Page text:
Peter Johnson’s true name was August Maren. He was born in Kuldiga in Latvia and was involved in revolutionary activities in Latvia and, later, in London, being a member of the Latvian terrorist group Leesma. Coming to Western Australia in 1911, he got under suspicion of the local police as the infamous ‘Peter the Painter’, the leader of the group, and was arrested, but had to be released later for lack of evidence. He found employment at an amalgam-treating plant on the goldmines.
Enlisting in the AIF, he served with the 11th Battalion on the Western Front, later being transferred to the 51st battalion, attaining the rank of Lance Corporal. In May 1918 he was wounded in the hand and returned to Australia.
After the war he married an Australian girl, Clarice Henrietta Taney, and was farming in Roleystone near Perth. He died in a traffic accident in Sydney in 1929.
Nils Nylander, born in Abo, Finland, came to Australia in 1912 as a seaman and worked in Sydney as a labourer and scaffolder.
Enlisting in the AIF, he served with the 36th Battalion as a Lewis gunner on the Western Front, attaining the rank of Lance Corporal. He was wounded four times, in January 1917 near Rouen, in October 1917 at Passchendaele, and in December 1917. Recovering in England, he returned to the battlefield and was gassed in June 1918. For his bravery during the battle for Broadwood Ridge and Passchendaele in October 1917 he was awarded the Military Medal and the Bar to the Military Medal.
After the war he married an Australian girl, Dorothy Hilda Biber, and lived in Sydney working as a foreman bridge carpenter in the railway service.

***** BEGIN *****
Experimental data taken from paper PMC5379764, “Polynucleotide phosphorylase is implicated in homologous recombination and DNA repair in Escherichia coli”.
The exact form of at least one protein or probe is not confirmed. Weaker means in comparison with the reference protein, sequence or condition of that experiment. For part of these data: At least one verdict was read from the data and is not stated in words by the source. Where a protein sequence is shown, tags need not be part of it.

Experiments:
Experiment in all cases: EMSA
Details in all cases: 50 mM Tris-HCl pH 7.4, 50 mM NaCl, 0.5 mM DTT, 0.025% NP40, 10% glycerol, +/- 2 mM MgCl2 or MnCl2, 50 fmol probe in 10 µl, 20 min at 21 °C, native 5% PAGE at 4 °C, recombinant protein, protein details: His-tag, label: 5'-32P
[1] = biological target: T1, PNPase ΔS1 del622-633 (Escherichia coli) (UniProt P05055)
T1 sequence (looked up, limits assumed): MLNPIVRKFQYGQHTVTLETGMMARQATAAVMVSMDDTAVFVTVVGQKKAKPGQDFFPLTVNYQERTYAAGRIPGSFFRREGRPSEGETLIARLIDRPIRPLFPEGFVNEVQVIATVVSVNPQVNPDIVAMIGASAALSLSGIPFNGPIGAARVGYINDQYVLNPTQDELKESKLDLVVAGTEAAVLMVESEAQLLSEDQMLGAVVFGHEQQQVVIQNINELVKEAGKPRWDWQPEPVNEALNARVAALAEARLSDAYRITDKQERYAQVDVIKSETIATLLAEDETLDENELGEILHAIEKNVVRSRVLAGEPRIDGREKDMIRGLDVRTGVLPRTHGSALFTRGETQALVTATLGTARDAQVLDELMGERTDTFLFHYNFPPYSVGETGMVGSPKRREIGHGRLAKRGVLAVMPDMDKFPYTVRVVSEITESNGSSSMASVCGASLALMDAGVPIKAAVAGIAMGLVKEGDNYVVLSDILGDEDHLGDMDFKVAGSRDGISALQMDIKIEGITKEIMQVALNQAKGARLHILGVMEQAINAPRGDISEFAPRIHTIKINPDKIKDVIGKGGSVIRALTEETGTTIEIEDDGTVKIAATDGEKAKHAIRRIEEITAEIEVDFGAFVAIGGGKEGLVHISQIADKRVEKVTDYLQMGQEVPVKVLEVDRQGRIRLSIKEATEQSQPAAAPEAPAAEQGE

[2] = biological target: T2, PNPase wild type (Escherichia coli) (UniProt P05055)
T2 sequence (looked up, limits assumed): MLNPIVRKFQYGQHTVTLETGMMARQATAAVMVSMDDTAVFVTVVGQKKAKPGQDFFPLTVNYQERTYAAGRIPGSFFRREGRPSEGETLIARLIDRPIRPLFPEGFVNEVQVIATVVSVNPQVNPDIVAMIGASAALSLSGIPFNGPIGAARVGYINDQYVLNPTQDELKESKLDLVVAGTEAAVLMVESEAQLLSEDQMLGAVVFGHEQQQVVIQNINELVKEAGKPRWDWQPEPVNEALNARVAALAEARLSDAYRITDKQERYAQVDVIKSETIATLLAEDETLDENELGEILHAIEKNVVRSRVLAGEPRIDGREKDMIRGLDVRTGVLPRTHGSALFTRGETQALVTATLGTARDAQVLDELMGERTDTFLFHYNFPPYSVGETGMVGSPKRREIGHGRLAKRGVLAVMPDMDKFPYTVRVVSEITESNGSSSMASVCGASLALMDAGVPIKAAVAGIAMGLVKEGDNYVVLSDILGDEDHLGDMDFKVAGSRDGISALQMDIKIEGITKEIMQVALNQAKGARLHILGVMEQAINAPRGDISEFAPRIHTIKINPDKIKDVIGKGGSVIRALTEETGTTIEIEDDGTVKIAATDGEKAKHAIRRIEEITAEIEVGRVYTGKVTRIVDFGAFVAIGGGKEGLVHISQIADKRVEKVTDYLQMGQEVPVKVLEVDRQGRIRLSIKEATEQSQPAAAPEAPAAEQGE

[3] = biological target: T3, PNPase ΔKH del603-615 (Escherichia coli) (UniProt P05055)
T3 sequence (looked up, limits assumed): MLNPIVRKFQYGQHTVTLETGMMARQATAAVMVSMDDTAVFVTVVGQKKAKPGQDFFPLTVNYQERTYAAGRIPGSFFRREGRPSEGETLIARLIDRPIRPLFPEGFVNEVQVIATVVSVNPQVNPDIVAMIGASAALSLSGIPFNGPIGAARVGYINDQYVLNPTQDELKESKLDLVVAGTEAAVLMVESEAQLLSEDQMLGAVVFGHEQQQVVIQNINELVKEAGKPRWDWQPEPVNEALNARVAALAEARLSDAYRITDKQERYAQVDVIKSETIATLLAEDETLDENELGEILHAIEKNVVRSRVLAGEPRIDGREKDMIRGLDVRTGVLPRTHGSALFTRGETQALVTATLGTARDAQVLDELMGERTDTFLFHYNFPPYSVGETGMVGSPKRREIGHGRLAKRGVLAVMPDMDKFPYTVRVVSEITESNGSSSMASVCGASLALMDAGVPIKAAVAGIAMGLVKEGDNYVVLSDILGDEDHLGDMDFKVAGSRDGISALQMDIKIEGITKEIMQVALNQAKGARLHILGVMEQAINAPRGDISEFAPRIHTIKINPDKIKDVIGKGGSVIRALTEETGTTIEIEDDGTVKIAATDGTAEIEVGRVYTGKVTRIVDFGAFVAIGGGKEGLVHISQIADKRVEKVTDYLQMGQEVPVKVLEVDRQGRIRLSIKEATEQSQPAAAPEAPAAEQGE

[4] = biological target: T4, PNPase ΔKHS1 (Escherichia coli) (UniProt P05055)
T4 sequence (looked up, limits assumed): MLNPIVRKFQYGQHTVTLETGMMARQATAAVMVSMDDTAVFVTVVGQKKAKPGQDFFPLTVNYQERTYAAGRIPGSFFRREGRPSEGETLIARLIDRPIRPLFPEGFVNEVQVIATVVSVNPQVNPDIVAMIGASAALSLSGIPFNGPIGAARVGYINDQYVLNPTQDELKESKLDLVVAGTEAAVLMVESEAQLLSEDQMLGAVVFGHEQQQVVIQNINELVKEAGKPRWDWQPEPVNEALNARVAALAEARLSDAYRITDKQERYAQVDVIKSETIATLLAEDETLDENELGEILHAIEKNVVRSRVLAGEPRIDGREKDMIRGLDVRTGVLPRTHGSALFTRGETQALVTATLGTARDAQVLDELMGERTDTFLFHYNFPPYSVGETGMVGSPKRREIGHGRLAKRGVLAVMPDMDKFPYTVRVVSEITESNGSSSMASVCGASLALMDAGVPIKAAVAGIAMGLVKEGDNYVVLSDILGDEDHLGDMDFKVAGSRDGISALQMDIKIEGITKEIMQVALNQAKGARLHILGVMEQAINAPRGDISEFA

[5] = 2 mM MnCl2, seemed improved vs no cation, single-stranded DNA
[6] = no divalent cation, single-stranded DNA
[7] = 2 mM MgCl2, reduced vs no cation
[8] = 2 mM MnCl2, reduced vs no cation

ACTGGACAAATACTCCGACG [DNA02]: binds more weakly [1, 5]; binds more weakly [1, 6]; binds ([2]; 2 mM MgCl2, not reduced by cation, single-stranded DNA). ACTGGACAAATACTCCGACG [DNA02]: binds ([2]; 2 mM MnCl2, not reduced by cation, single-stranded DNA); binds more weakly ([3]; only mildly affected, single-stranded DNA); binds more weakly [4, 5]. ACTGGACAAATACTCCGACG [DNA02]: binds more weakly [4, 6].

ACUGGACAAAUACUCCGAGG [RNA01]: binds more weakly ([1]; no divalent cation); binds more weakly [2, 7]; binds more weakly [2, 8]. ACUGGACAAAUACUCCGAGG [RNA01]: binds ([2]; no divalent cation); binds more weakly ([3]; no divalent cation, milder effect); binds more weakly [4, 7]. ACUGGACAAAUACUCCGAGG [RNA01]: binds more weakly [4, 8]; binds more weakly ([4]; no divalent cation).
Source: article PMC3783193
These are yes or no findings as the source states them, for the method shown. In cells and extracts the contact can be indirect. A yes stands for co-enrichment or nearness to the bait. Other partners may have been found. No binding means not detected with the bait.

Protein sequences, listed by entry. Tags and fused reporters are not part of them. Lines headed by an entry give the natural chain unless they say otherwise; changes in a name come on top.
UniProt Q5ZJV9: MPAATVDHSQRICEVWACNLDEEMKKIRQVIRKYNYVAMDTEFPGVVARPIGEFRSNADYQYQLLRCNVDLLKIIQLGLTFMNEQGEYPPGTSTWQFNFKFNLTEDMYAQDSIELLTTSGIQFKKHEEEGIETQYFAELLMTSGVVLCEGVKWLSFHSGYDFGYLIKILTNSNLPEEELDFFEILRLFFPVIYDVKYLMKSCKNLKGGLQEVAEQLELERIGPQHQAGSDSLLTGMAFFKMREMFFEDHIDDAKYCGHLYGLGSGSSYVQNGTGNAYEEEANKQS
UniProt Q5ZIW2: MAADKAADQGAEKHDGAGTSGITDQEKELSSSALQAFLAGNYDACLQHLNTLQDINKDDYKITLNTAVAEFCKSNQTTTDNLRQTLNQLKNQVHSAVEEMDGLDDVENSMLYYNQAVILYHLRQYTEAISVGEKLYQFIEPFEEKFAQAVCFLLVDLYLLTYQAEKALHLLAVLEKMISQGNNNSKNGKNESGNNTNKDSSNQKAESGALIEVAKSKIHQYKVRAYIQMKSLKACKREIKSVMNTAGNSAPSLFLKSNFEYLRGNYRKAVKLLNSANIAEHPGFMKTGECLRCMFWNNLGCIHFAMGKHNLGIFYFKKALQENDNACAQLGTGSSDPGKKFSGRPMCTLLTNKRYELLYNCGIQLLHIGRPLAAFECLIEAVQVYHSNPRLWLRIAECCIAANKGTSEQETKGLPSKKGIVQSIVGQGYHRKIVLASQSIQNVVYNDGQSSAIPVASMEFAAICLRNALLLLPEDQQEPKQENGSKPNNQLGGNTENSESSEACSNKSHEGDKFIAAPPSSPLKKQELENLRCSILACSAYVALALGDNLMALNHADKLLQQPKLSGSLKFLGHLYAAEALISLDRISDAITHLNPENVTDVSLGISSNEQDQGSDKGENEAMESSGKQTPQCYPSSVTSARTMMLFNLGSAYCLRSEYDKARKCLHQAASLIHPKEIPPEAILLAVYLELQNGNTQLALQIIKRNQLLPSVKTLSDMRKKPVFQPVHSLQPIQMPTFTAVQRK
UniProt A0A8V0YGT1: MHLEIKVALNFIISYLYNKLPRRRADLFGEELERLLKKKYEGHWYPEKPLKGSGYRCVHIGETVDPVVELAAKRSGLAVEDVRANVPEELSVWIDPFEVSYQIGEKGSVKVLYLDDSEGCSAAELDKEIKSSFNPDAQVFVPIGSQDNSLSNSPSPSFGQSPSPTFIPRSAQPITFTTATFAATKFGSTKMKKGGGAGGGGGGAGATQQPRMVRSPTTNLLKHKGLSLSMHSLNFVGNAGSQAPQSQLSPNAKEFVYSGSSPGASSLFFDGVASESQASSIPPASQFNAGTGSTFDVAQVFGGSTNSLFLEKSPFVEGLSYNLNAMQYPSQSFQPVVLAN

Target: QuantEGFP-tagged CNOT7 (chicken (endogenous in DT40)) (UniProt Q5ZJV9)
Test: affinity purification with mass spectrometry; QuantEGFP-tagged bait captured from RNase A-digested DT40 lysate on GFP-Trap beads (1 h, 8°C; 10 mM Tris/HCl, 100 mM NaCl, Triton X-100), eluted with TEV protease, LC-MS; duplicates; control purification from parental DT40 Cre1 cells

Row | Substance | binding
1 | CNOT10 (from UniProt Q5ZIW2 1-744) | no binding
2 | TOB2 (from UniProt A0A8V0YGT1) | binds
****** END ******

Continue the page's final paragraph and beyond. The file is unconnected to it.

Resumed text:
Thomas Stephen Platonoff (he served as Platonaff), was the elder brother of George Platonoff, who enlisted two months earlier. Thomas was born in Novoukrainka township in Ukraine, came to Australia in 1911 with his parents via the Russian Far East, and worked on a family sugarcane farm in Booyal.
Enlisting in the AIF, Thomas served with the 52nd Battalion on the Western Front. In June 1917 he was severely wounded in the arms near Camiers and repatriated to Australia.
Soon after demobilisation, Thomas married Vera Kurtish, a girl from a Belarusian family engaged in growing sugar-cane. First they all lived in Booyal, but in the late 1920s Thomas and his family moved further north, to the Mackay area. There they settled in Wundaru and continued the sugar-cane business, employing a number of compatriots for cane-cutting. They suffered during the depression, being evicted from their home. During the Second World War the family moved to Rockhampton and then to Brisbane, where Thomas, in spite of his age and wounds, worked as a wharf labourer and waterside worker. His end was sad. ‘A wharf labourer died a few minutes after falling and striking his head in the hold of a ship last night’, reported a local newspaper in 1954.
Victor Schepenski, a Pole from Warsaw, came to Brisbane in 1910 via the Russian Far East with a group of Poles and Russians, who later enlisted in the AIF. Although a bootmaker by trade, he worked on railway construction in Quensland.
He served as a sapper with the Tunneling Company on the Western Front. In March 1918 he was gassed, but continued to serve to the end of the war.
After the war he worked as a lengthsman and a fettler in Mackay area.